The source of all this activity is the tidal heating of Io’s interior by Jupiter’s gravity. Because of this, eruptions on its surface never stop for a moment. It is not doubtful that such a mechanism is not unique and not limited only to the solar system. Therefore, in our Milky Way, one can find countless analogues of Mustafar.
The planet Kamino appeared on the screen in the second episode of the Star Wars saga. It was its inhabitants who created the infamous army of clones. The planet itself is known for having no solid surface and being completely covered in water.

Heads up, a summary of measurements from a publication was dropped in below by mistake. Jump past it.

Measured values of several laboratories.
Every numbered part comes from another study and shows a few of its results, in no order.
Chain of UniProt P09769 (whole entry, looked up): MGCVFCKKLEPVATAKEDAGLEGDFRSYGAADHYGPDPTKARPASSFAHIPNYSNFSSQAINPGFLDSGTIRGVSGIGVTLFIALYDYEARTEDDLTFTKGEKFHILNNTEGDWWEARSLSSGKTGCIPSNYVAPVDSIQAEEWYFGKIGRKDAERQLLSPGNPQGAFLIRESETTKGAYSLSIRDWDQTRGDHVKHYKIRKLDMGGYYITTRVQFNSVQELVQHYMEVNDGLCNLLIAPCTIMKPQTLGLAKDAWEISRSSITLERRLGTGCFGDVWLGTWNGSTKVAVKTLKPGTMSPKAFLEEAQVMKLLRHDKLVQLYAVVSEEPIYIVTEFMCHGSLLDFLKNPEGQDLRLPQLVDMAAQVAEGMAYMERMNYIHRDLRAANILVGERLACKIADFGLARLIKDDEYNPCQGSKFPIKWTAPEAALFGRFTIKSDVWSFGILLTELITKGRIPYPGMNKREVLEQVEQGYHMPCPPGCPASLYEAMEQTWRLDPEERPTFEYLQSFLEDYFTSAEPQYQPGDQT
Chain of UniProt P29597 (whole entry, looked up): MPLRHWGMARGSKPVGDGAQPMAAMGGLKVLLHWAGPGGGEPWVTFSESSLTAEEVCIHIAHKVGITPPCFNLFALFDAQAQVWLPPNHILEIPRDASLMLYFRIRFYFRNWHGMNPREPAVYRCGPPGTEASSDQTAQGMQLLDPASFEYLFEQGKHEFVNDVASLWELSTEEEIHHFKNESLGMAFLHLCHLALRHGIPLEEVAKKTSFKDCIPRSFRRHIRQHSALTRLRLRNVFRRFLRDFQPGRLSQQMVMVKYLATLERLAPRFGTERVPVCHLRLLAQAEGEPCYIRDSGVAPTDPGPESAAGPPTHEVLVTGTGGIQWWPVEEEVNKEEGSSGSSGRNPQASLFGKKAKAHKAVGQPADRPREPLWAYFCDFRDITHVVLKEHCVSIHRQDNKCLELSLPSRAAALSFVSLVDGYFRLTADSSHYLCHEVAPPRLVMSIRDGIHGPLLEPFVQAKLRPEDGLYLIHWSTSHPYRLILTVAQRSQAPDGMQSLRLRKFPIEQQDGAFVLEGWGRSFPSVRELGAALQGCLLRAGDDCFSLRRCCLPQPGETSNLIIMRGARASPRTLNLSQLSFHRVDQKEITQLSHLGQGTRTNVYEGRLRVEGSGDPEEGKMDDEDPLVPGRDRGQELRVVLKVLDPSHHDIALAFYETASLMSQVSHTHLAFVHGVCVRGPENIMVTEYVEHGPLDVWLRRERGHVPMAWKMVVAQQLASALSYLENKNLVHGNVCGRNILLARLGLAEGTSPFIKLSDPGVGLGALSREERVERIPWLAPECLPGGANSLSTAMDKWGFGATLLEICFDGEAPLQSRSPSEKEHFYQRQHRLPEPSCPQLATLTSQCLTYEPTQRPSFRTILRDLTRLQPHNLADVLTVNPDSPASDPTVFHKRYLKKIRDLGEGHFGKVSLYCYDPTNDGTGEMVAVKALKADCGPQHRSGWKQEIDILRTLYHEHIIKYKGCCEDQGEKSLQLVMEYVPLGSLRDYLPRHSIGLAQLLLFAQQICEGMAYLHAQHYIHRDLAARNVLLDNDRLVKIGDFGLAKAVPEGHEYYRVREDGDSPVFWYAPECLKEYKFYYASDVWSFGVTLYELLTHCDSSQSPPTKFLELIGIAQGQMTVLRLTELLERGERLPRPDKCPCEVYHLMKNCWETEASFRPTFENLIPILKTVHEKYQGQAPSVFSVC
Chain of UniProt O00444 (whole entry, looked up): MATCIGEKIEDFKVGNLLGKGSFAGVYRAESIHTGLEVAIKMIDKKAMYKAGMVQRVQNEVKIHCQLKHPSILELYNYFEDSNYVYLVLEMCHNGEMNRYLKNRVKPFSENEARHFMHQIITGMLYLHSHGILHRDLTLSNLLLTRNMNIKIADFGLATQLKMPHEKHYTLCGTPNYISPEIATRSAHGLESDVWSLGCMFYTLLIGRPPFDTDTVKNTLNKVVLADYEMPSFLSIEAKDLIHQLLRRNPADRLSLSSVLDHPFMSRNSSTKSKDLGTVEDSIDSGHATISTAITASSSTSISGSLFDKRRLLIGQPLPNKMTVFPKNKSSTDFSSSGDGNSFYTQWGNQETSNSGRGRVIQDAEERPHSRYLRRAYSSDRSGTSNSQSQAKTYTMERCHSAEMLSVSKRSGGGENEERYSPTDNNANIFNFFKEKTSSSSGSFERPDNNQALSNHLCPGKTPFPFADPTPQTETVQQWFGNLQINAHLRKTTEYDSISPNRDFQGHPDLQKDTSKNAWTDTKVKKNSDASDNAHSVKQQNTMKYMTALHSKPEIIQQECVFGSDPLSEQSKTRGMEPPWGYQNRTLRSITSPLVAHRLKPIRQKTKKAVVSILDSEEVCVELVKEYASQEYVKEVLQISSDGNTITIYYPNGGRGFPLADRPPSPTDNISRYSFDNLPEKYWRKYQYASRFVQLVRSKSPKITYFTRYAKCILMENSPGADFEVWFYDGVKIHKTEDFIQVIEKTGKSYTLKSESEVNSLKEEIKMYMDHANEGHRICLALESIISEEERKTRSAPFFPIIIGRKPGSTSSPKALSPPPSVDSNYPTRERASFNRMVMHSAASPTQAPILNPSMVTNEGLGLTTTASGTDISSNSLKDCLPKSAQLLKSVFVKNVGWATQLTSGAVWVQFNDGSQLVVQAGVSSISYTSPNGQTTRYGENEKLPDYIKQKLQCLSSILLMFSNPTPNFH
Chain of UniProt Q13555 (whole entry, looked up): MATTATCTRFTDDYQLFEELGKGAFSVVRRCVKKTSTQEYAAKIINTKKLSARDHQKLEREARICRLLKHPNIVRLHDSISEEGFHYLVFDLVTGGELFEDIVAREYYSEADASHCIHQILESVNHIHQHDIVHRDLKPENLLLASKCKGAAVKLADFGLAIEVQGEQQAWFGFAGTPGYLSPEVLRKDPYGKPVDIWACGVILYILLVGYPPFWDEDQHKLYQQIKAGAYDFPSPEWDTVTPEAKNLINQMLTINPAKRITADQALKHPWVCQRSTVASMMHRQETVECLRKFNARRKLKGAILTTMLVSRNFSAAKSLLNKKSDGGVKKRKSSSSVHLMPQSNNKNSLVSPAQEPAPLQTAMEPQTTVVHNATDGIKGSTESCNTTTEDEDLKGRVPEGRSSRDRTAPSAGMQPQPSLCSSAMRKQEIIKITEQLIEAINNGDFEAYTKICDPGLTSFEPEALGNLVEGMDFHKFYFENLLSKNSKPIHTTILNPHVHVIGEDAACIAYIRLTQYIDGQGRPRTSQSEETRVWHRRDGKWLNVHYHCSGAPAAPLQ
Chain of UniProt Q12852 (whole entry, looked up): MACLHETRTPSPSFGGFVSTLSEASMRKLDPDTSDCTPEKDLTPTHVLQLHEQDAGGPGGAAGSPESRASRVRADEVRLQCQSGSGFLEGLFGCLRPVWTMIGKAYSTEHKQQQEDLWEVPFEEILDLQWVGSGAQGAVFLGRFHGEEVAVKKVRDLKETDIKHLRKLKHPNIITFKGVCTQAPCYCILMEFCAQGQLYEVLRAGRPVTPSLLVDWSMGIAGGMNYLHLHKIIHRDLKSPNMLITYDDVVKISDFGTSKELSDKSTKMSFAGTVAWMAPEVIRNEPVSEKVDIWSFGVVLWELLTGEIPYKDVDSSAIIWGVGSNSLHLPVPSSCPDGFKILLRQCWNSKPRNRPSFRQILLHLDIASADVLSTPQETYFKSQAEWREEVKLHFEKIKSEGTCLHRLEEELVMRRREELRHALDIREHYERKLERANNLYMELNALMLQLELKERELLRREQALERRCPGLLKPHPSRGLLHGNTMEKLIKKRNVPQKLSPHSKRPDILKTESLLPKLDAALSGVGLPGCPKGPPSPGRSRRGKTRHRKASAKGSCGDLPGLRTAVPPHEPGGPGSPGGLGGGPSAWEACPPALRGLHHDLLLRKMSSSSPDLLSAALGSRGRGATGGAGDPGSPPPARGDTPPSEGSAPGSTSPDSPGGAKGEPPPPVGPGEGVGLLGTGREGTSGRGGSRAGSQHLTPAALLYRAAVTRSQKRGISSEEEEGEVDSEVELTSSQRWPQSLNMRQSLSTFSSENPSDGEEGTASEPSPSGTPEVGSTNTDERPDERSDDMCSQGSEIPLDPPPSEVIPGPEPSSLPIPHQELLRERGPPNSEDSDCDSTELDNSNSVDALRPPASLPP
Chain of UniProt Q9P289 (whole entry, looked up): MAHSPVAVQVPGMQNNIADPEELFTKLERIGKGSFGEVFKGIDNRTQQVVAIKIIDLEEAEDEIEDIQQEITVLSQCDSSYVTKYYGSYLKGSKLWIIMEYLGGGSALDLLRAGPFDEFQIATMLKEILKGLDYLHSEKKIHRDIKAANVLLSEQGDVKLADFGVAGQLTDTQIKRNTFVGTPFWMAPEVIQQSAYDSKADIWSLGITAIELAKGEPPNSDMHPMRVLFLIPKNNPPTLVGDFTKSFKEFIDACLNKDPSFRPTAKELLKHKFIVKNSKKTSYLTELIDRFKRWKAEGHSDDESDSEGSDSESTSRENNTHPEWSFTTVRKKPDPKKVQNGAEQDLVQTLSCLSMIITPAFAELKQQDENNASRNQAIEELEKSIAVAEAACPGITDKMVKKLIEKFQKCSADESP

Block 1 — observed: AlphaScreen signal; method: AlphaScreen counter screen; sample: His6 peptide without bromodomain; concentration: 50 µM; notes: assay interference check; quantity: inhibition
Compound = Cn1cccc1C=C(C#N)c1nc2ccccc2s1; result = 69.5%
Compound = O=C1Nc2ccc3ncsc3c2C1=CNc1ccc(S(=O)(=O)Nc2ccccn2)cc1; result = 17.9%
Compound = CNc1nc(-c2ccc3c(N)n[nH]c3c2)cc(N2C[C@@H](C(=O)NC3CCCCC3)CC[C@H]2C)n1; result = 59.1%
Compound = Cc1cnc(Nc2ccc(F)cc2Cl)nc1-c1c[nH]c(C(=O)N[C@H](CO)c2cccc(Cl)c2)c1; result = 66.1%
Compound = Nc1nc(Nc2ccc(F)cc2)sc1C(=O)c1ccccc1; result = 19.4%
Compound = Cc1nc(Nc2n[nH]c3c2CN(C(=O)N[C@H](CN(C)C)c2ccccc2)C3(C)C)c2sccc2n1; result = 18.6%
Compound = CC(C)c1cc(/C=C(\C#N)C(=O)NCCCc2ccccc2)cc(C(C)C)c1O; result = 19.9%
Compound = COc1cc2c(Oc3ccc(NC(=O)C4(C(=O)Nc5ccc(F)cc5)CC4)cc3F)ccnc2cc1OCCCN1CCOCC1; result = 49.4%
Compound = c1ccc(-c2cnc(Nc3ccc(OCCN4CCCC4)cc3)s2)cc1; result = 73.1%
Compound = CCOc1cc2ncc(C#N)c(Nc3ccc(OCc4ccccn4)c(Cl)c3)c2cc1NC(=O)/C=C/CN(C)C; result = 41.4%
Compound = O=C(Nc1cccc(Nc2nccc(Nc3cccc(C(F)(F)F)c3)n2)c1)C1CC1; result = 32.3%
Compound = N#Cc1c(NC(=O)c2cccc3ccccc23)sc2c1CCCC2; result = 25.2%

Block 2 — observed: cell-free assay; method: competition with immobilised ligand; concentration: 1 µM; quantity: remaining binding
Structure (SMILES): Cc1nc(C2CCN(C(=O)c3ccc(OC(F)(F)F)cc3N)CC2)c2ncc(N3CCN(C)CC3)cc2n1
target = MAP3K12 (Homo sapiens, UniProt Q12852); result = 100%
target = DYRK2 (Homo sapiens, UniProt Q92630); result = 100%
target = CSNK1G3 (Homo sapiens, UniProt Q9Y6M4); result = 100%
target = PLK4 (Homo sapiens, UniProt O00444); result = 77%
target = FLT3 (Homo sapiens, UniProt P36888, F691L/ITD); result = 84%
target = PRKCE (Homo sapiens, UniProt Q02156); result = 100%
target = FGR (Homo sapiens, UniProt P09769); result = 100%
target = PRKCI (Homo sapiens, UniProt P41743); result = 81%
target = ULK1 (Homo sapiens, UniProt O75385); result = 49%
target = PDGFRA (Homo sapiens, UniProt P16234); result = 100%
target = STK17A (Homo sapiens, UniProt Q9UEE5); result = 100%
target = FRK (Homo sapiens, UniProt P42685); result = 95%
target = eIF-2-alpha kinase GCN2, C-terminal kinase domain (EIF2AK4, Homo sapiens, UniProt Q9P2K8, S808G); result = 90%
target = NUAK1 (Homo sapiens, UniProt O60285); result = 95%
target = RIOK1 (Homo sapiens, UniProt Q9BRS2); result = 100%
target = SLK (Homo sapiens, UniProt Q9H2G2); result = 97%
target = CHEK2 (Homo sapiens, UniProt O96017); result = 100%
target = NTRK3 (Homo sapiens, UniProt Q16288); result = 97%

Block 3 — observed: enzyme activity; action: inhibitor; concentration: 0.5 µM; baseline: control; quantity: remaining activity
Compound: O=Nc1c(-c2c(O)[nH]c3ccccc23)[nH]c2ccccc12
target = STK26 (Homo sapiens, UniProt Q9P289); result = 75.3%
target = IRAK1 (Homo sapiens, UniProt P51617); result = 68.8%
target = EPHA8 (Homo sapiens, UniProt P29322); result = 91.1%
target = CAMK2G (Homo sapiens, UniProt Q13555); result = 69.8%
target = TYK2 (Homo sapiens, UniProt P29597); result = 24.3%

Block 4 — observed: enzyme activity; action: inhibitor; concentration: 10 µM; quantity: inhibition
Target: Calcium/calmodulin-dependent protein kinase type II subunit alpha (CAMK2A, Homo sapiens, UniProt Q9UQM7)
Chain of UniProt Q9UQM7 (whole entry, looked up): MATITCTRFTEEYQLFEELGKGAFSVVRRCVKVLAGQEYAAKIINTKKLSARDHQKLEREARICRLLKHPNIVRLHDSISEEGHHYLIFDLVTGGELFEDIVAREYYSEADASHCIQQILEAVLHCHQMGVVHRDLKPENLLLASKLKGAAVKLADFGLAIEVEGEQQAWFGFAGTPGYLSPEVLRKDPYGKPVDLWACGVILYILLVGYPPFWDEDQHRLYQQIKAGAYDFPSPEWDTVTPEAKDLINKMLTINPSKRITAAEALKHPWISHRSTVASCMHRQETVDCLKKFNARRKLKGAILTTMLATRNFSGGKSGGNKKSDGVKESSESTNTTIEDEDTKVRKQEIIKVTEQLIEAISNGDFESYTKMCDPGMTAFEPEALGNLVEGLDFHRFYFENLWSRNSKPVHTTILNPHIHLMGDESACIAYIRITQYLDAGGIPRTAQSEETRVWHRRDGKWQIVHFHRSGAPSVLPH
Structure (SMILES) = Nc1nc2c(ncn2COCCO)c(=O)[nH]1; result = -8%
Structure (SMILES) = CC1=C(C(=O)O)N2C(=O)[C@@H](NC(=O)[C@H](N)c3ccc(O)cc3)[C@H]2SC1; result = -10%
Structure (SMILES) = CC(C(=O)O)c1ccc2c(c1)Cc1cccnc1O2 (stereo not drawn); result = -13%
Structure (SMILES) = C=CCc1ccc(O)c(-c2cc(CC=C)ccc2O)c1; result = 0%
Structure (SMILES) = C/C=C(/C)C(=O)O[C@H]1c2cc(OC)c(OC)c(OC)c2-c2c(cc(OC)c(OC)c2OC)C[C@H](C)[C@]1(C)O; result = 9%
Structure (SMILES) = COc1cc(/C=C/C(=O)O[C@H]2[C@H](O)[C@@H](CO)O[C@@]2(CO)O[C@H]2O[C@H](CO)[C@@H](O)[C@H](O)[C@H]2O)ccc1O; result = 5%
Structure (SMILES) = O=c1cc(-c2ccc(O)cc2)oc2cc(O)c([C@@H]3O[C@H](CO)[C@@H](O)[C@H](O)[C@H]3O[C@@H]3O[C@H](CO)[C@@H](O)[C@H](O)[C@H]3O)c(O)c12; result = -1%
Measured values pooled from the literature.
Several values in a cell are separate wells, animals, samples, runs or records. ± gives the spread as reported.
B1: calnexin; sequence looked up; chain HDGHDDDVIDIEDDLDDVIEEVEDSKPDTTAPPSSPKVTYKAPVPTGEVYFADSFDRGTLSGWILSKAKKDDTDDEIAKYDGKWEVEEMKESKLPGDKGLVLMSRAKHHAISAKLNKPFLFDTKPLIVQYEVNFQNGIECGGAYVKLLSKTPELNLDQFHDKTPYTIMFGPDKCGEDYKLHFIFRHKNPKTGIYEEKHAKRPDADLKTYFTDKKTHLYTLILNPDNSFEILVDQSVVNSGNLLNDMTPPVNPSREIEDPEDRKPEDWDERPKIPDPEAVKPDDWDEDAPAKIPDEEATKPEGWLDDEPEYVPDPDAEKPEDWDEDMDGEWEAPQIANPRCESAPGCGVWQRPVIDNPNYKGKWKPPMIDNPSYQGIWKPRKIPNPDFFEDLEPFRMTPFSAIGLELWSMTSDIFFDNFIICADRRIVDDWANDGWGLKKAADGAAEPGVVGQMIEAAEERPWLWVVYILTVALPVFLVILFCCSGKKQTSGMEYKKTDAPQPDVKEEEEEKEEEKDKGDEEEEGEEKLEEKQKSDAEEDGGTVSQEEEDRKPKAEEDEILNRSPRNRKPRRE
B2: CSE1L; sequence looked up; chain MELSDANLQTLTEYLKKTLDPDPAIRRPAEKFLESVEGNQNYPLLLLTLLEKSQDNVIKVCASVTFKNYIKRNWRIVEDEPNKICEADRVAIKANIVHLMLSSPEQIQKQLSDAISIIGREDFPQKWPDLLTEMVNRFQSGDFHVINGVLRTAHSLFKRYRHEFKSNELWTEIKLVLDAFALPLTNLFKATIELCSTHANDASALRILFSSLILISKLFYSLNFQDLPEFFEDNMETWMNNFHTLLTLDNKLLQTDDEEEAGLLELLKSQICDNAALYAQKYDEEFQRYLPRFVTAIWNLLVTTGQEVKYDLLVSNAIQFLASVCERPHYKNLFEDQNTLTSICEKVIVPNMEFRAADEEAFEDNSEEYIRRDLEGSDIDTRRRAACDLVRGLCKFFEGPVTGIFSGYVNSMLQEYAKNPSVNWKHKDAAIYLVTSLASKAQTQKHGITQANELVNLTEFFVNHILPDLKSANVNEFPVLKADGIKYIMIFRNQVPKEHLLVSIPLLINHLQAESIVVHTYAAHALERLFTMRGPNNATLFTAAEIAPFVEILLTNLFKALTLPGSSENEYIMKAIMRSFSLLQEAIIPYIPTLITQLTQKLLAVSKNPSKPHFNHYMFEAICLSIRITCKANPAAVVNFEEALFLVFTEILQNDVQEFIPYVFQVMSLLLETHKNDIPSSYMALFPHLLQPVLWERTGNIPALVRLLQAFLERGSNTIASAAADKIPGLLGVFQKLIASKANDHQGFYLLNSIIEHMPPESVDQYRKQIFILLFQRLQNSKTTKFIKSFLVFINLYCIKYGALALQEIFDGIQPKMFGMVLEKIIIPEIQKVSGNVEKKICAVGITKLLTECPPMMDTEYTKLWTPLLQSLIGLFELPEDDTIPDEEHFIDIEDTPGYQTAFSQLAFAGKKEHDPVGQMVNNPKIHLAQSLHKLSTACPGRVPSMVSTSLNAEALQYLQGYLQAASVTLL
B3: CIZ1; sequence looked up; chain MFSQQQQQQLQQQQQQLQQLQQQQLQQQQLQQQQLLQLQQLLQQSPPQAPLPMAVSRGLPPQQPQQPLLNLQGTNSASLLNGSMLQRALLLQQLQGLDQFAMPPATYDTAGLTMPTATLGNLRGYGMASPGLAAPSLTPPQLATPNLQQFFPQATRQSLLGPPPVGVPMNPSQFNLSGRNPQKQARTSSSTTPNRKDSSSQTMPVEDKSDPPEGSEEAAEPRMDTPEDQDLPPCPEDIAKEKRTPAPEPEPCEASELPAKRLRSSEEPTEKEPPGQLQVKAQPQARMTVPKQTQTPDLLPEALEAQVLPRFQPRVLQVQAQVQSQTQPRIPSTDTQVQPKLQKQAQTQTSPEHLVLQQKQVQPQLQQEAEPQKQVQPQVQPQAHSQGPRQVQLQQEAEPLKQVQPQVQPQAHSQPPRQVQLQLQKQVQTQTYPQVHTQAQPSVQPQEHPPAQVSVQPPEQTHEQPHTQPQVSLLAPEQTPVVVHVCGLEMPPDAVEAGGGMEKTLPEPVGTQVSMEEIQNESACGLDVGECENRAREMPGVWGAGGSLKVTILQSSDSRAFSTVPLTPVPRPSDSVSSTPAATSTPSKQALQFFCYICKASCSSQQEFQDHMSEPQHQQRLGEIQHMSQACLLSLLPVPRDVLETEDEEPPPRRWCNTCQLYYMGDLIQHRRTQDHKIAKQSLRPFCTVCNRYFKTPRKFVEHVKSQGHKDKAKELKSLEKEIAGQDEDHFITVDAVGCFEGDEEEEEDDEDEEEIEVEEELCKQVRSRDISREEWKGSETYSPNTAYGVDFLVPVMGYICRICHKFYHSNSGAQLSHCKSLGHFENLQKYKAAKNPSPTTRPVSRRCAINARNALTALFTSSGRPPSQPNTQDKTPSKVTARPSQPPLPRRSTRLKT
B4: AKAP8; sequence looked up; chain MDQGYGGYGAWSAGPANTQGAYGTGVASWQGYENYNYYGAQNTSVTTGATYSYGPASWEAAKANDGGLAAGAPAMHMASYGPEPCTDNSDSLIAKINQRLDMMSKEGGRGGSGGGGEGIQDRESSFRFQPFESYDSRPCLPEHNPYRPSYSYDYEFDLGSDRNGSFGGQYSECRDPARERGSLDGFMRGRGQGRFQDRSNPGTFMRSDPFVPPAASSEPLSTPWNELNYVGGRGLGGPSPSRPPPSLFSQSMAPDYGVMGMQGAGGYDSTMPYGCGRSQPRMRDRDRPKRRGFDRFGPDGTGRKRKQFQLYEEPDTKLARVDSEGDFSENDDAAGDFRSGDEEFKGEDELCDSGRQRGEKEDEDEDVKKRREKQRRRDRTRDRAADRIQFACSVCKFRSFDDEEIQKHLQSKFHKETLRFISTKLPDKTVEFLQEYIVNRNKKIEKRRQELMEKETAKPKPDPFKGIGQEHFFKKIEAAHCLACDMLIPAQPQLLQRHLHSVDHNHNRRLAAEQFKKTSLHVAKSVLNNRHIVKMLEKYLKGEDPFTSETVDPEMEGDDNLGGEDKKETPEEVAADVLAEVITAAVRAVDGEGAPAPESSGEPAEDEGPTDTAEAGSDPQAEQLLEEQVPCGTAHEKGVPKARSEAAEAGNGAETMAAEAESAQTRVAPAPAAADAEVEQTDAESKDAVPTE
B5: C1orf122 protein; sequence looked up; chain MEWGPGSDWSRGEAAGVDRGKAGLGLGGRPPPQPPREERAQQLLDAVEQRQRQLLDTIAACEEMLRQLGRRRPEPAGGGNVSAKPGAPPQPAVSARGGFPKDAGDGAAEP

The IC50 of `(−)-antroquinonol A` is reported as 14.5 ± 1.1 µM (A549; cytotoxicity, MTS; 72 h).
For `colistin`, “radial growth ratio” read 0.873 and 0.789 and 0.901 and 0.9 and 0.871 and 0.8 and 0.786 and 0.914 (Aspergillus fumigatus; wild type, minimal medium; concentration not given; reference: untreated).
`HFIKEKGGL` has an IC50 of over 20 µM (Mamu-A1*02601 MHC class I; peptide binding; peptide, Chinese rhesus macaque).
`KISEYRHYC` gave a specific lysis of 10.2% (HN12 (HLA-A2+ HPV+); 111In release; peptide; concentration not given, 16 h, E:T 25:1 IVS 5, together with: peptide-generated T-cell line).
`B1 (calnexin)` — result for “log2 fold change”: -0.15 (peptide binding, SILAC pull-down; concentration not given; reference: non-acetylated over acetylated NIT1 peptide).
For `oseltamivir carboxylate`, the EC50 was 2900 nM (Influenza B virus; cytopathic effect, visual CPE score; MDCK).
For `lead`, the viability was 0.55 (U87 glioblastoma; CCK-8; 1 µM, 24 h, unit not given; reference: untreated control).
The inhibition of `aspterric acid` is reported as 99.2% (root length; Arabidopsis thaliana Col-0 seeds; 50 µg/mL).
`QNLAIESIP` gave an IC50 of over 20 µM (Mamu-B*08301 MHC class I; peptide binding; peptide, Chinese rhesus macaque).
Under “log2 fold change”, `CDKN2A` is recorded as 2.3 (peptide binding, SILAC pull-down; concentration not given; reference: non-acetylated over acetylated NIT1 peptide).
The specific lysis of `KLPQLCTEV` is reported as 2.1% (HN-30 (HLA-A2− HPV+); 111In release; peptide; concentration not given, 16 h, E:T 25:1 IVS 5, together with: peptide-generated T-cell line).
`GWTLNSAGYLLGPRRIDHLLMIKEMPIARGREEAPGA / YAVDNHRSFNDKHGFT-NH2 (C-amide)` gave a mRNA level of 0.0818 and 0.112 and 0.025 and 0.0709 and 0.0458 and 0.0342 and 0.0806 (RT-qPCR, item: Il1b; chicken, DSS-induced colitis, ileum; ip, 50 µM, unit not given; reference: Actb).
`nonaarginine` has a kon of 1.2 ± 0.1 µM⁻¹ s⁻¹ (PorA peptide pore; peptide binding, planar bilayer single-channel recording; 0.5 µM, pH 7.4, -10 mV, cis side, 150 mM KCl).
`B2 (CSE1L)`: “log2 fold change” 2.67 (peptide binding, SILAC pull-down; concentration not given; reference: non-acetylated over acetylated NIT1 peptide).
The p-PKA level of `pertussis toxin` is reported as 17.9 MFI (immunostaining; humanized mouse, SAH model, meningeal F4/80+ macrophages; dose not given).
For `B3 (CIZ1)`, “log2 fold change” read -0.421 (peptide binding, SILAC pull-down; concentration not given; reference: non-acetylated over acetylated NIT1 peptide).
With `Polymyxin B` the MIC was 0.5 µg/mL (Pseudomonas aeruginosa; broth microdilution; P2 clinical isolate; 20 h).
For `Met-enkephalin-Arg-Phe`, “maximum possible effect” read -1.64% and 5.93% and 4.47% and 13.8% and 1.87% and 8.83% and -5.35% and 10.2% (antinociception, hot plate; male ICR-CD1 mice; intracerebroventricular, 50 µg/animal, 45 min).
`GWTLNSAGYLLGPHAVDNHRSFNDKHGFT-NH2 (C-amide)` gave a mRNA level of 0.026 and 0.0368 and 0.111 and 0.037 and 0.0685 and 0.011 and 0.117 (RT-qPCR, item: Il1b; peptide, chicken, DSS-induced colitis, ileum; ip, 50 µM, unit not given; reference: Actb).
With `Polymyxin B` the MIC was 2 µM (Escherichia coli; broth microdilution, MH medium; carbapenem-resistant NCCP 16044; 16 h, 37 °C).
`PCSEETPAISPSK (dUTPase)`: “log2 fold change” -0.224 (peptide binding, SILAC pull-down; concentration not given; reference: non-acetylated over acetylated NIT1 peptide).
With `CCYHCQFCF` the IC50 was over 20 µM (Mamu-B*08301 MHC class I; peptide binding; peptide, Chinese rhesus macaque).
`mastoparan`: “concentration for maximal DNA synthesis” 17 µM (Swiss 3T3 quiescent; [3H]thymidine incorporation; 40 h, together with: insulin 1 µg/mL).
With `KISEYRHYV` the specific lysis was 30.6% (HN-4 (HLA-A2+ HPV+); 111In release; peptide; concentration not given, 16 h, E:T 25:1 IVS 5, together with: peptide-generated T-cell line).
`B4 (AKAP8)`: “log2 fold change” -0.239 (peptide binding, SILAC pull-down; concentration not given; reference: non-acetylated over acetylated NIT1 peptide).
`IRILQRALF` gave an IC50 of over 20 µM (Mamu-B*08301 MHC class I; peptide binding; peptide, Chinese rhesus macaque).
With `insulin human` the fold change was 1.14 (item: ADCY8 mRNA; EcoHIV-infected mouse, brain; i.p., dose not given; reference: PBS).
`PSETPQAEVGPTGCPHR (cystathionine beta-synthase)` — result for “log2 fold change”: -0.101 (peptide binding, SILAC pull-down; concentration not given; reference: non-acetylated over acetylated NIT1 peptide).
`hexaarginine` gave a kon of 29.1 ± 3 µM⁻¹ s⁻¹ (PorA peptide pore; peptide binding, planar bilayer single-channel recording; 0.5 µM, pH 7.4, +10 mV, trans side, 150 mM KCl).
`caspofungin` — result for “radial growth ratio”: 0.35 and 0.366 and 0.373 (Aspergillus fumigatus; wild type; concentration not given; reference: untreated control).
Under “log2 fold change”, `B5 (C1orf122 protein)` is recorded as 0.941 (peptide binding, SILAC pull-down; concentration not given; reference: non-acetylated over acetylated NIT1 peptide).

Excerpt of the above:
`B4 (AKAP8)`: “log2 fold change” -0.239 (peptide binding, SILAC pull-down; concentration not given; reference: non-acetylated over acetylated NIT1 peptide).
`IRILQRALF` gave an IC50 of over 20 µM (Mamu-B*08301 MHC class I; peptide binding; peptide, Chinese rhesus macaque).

Most astronomers believe that such watery worlds are quite common in the universe. This confidence is supported by a whole series of exoplanets already discovered, the ratio of mass and size of which unambiguously indicates the presence of a large amount of water in their composition. As an example, one can cite K2-18 b – an exoplanet located 110 light years away from the Sun, which receives approximately the same amount of energy from its star as our Earth does. It has a powerful atmosphere, in which traces of water vapor have been found, and its average density indicates that the planet is mostly composed of water. If there are any inhabitants on K2-18 b, it is possible that they have never seen a dry land in their lives and are not even familiar with this concept.